Written by: Samantha Ferrari
I live smack-dab in the middle of Tottori prefecture, in a little town called Hokuei. The residents proudly produce watermelons, yams, rice, and grapes. Nearby is the small city of Kurayoshi, to the west is the city Yonago, and to the east is Tottori’s eponymously named capital city. The cities are relatively smaller than others in Japan and are not the main reason you should come to Tottori. Gardens, parks, waterfalls, rivers and mountains take up the most space in the prefecture. The Japan Sea borders the shoreline, where energy-producing windmills are placed along the white-sand beaches. Everywhere, rice fields accentuate the spaciousness of the area. Jagged mountains frame the land, isolating Tottori-ken like the well-kept secret it is.
Tottori is surprisingly accessible from Hiroshima. There are train and bus stations in each major city, as well as airports in Tottori and Yonago. Unless you have the funds to fly, it would be most beneficial to come for a weekend, or even during Golden Week. By bus, it takes about four hours to get from Hiroshima Station to Tottori Station and costs approximately ¥7000 round trip, which is about half the price of travelling by train. However, because of the expansiveness of Tottori, I highly recommend travelling by car. Driving shouldn’t cost you a lot more—in Tottori, there aren’t any toll booths on the highways, and the drive along the ocean is breathtaking.
Tottori is true inaka—it is the least populated prefecture in Japan. In many ways, it is a throwback to a Japan less influenced by the West. This is a prefecture that is excited about the first Starbucks set to open in the capital sometime this year. 7-11s do not yet exist here. Living in Hokuei, I’ve learned to rely on locally-grown foods—and here, they are plentiful (and delicious). Tottori is a breath of fresh air after Japan’s monstrous cities. Life moves at a slower pace. The stretches of mountain trails and beaches are often empty of other people. Multitudes of birds, monkeys, deer, foxes and tanuki live in the forests. I often stumble upon a hidden shrine or an ancient graveyard. Tottori prefecture is so rich in traditional cultural experiences that it is impossible to discuss them all; instead, I’ll tell you about a few of my favorite places that you could make your next weekend getaway.
Just south of Kurayoshi city is the quaint Misasa Town, a popular destination for spa-seekers and nature-lovers. The name “Misasa” literally means “three mornings,” alluding to the belief that if you stay to enjoy their hot springs for three mornings in a row, you will find all your ailments cured. There are many hot springs throughout the prefecture, but Misasa’s are said to be the best, and there are many places to enjoy them in the little town. Misasa Onsen Kouraku is my personal favourite, with its stone outdoor pool and waterfall. The water is rich in a naturally occurring radioactive gas that supposedly prevents cancer. On Wednesdays and Sundays, the staff scatter roses in the women’s pool, and they are notoriously cool with allowing foreigners with tattoos to use the facilities.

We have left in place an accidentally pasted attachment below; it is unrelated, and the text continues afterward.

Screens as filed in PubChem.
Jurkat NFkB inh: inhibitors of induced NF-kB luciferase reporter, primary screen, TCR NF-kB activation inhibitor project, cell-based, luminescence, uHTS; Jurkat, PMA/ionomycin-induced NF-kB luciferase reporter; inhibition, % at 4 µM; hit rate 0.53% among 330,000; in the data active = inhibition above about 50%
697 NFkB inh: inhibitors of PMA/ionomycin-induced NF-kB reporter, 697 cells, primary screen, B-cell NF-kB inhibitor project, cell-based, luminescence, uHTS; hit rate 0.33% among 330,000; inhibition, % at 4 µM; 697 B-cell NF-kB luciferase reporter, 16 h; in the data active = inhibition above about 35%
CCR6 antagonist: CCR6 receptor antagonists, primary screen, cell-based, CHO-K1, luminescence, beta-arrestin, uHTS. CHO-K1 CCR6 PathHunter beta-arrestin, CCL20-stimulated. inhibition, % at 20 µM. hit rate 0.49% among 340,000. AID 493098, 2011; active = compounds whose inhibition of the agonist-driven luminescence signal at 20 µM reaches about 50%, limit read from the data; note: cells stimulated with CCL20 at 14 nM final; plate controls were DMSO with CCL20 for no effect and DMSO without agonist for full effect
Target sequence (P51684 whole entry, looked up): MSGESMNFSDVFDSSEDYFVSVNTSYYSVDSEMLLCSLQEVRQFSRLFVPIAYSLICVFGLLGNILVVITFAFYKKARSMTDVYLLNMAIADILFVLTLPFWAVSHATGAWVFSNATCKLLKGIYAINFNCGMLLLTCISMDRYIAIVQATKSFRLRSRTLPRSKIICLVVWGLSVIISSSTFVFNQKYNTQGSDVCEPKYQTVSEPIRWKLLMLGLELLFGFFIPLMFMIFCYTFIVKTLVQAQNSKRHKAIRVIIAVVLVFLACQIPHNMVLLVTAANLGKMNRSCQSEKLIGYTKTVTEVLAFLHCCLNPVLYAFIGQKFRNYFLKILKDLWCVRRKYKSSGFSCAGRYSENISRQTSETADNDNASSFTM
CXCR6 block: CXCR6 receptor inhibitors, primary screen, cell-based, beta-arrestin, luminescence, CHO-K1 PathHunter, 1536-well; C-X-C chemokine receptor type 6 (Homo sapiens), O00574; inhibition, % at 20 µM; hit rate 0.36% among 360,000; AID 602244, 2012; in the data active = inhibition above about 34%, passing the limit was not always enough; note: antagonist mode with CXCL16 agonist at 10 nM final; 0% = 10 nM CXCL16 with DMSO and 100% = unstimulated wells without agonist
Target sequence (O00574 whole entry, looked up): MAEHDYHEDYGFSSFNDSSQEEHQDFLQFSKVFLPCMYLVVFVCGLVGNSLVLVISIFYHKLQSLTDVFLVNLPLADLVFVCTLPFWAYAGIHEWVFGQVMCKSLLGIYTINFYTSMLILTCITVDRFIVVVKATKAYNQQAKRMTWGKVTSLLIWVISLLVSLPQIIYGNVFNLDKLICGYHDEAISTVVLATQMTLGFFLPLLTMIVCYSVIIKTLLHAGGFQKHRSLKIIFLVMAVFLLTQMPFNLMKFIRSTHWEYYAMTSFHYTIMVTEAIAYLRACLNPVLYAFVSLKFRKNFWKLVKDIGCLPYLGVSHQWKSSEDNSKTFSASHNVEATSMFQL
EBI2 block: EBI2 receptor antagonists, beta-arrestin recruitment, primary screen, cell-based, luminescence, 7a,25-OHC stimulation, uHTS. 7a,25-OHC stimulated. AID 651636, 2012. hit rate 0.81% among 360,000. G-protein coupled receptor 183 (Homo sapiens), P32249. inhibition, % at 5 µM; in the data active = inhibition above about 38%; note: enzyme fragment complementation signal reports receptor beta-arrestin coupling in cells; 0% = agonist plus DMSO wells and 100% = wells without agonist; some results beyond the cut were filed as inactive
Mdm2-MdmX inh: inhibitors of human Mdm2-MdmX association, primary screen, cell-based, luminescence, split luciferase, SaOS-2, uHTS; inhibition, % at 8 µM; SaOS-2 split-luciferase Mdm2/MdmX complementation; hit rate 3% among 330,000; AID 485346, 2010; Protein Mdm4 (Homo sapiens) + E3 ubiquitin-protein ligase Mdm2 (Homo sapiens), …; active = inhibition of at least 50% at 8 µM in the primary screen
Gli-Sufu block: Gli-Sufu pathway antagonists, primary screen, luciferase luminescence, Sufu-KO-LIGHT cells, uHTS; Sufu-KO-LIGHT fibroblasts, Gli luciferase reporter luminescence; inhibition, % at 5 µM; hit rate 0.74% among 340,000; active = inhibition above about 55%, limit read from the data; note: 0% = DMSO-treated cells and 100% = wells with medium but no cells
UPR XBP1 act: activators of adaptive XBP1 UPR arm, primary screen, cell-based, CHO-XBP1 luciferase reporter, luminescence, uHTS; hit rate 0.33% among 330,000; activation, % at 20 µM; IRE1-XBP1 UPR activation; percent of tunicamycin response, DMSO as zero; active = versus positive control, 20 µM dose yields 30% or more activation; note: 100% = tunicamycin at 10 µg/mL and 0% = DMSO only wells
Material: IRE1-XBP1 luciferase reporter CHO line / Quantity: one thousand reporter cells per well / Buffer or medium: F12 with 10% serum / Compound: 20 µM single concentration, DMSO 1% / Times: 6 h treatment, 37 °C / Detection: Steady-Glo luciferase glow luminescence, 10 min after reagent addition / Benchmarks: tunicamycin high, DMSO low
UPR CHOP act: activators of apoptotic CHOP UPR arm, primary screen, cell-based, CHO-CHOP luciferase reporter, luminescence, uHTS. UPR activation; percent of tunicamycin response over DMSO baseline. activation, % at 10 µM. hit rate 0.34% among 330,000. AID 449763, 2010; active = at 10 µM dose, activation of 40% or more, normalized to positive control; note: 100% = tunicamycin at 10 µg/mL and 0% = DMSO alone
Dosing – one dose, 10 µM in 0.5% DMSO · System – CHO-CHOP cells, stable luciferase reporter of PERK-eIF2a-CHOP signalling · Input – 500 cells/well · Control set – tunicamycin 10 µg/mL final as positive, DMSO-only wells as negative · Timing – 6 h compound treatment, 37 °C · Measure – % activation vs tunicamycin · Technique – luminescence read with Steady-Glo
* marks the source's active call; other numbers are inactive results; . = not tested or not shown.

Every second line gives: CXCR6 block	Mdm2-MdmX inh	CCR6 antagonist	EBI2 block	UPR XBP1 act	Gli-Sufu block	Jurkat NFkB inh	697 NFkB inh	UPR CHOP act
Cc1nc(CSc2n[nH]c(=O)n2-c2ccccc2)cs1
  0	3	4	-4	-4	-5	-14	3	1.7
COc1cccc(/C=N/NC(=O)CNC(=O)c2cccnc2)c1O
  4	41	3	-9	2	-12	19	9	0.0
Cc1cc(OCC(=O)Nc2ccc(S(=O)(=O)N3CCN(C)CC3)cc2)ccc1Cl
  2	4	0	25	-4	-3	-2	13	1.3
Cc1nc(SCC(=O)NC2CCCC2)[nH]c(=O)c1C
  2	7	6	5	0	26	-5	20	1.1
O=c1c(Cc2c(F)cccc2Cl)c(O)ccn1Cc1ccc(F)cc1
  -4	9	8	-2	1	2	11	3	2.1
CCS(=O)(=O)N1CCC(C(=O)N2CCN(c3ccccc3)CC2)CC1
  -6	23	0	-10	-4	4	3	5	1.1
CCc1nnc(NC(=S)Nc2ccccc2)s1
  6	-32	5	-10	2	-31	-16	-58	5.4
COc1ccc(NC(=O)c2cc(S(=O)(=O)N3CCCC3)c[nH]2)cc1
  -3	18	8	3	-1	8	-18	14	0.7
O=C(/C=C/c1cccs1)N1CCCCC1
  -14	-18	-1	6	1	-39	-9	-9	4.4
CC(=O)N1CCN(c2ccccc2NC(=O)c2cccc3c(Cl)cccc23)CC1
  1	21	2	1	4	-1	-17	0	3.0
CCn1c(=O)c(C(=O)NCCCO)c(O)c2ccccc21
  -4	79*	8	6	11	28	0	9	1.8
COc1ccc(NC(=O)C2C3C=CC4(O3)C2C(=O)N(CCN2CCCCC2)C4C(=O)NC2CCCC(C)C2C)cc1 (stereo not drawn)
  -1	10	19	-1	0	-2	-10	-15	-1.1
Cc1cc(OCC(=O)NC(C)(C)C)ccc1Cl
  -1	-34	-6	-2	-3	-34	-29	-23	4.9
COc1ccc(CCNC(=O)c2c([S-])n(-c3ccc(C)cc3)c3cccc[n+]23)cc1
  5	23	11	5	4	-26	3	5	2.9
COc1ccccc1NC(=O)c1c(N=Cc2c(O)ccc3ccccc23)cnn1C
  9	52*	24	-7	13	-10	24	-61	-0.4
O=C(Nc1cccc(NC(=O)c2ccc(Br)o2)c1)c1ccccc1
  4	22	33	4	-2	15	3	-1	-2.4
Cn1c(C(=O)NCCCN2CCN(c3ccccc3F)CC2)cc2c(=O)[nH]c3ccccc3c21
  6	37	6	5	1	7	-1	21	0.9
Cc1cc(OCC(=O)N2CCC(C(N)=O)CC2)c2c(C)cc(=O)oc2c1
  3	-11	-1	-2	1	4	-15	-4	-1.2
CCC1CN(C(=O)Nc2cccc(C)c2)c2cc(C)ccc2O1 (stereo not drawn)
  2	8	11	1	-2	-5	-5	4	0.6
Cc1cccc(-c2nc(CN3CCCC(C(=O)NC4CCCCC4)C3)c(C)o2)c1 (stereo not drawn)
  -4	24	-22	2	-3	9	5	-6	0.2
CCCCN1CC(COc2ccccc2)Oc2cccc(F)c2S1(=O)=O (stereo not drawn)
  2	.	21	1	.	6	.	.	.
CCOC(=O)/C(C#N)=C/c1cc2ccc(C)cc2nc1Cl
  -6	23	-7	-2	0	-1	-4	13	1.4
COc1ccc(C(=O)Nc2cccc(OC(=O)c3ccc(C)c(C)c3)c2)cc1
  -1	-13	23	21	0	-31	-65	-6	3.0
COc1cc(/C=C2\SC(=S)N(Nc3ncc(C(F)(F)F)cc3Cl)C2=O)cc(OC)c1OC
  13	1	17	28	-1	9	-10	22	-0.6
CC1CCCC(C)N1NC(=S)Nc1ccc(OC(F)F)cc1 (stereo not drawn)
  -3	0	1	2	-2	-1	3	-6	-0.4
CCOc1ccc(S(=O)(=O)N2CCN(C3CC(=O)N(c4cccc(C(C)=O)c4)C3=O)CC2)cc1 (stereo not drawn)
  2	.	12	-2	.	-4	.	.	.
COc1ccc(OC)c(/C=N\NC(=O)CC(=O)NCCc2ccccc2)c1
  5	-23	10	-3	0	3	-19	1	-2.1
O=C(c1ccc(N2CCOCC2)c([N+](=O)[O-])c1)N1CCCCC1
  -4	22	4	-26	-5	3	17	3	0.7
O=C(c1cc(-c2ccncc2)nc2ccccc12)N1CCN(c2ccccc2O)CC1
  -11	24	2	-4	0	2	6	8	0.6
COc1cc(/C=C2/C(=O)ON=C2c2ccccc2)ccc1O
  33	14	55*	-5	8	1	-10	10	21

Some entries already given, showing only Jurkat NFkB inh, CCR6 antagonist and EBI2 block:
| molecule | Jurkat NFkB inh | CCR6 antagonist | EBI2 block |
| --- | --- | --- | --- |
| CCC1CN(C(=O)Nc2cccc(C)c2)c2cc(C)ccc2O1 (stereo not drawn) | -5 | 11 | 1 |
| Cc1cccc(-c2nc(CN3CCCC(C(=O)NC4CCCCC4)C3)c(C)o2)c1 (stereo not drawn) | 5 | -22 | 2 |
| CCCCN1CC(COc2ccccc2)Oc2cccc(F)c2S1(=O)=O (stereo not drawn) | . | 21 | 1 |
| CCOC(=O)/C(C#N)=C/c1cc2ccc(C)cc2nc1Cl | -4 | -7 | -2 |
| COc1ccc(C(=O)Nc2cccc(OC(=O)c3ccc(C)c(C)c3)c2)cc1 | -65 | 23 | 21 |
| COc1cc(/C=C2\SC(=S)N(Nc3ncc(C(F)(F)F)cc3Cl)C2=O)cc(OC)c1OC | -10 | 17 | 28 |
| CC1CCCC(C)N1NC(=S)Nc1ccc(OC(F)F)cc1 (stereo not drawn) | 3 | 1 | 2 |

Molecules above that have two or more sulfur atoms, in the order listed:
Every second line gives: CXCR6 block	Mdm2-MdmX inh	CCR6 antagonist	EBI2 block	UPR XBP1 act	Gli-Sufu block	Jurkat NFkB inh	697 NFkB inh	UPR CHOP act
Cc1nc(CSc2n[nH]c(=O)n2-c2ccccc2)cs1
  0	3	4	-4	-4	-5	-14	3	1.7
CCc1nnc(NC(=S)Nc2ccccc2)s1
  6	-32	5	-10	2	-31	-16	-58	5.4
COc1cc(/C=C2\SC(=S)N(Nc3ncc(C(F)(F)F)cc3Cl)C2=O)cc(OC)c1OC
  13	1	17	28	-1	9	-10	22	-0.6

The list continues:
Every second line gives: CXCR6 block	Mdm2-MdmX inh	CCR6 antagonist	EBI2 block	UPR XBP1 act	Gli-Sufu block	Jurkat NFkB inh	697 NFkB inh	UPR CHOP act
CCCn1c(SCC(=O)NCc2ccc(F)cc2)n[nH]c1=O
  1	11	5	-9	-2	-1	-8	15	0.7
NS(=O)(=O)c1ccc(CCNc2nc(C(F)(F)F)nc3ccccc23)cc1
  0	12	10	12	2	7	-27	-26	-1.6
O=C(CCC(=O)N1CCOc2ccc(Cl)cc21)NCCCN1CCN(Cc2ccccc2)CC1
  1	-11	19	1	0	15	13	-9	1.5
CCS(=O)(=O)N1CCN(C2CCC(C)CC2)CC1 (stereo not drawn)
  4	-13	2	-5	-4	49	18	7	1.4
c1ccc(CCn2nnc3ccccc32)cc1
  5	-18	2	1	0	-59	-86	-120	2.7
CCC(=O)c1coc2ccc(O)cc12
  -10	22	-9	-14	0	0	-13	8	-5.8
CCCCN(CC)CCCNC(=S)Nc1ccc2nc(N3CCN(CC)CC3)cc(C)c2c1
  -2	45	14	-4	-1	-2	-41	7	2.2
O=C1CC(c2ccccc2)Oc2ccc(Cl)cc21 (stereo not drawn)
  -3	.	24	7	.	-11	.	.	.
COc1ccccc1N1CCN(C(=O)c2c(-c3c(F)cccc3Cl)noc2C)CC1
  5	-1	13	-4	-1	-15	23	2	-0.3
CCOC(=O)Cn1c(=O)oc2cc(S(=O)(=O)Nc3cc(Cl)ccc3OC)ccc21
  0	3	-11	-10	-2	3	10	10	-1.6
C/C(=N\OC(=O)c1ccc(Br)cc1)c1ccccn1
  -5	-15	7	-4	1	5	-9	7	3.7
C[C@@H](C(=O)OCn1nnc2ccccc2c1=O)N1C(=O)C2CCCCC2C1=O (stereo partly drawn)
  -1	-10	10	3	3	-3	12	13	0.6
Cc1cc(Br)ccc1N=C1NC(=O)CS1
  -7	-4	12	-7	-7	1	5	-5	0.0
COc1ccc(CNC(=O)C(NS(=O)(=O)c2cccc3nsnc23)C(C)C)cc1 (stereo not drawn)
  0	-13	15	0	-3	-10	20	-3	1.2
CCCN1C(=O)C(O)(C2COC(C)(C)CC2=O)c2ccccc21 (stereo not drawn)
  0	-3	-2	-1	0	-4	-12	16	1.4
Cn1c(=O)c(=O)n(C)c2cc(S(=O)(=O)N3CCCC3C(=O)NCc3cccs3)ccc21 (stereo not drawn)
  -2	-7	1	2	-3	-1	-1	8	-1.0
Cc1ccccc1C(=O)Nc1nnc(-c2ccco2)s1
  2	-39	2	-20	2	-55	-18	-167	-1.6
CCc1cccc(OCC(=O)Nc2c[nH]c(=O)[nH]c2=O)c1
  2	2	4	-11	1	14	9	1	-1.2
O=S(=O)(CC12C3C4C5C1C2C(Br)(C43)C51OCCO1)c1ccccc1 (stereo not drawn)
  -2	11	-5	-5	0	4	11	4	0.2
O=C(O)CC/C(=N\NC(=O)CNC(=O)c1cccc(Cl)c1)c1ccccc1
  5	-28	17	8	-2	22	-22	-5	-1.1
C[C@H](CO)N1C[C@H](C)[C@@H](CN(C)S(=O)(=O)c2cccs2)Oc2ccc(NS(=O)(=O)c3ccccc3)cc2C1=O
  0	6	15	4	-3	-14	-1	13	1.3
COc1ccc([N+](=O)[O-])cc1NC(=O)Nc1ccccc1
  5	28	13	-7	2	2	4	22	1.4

Also in Misasa area is Mount Mitoku, home to the “national treasure” Sanbutsuji, a 1300-year-old Buddhist temple precariously hanging in a cliff crevice. Misasa town itself is worth a wander: there are quaint cafes, elegant tea-houses, and the shops are stocked with local produce. I would certainly recommend hiking in the area; you may stumble upon an eerie abandoned village up in the hills.
Located between Yonago and Kurayoshi is Tottori-ken’s famous Mount Daisen. Towering over the Daisen Town area, the mountain boasts a thriving ski-village and one of the largest skiing areas in the prefecture. I highly recommend a ski-trip weekend on the mountain: the view of the coast from the top of the mountain is truly magical. Beyond the ski season, there are plenty other fun attractions in the Daisen area: there is a horseback-riding ranch, a blueberry picking farm, and the famous Daisen-ji Buddhist temple.
Tottori is famous for its one-of-a-kind sand dunes. At sixteen kilometers, they are the largest in Japan. Located very close to Tottori’s capital, the dunes draw tourists year-round. In the winter, they are romantically lit up by Christmas-style lights. In the warmer seasons, you can ride a camel, go paragliding or try “sandboarding” on the dunes. Another notable place nearby is the jagged Uradome Coast, worth a boat-ride to see the rugged cliffs and caves. A popular snorkeling destination, the sections of calm and clear waters are perfect places for sun-bathing in the summer.
A hidden gem, Tottori doesn’t get a lot of tourists. Visiting Tottori is a rare chance to get off the beaten path. The people here are laid-back and friendly, but fluent English ability is scarce in the very rural parts—which makes it an excellent place to practice your Japanese. If you’re not fluent, don’t worry: there’s plenty of information about Tottori’s attractions in English posted on Japan’s main tourism website, and travel websites like TripAdvisor can also be very helpful. Tottori’s natural beauty is a rarity in Japan, and if you’re craving a touch of nature, this prefecture should be your next stop.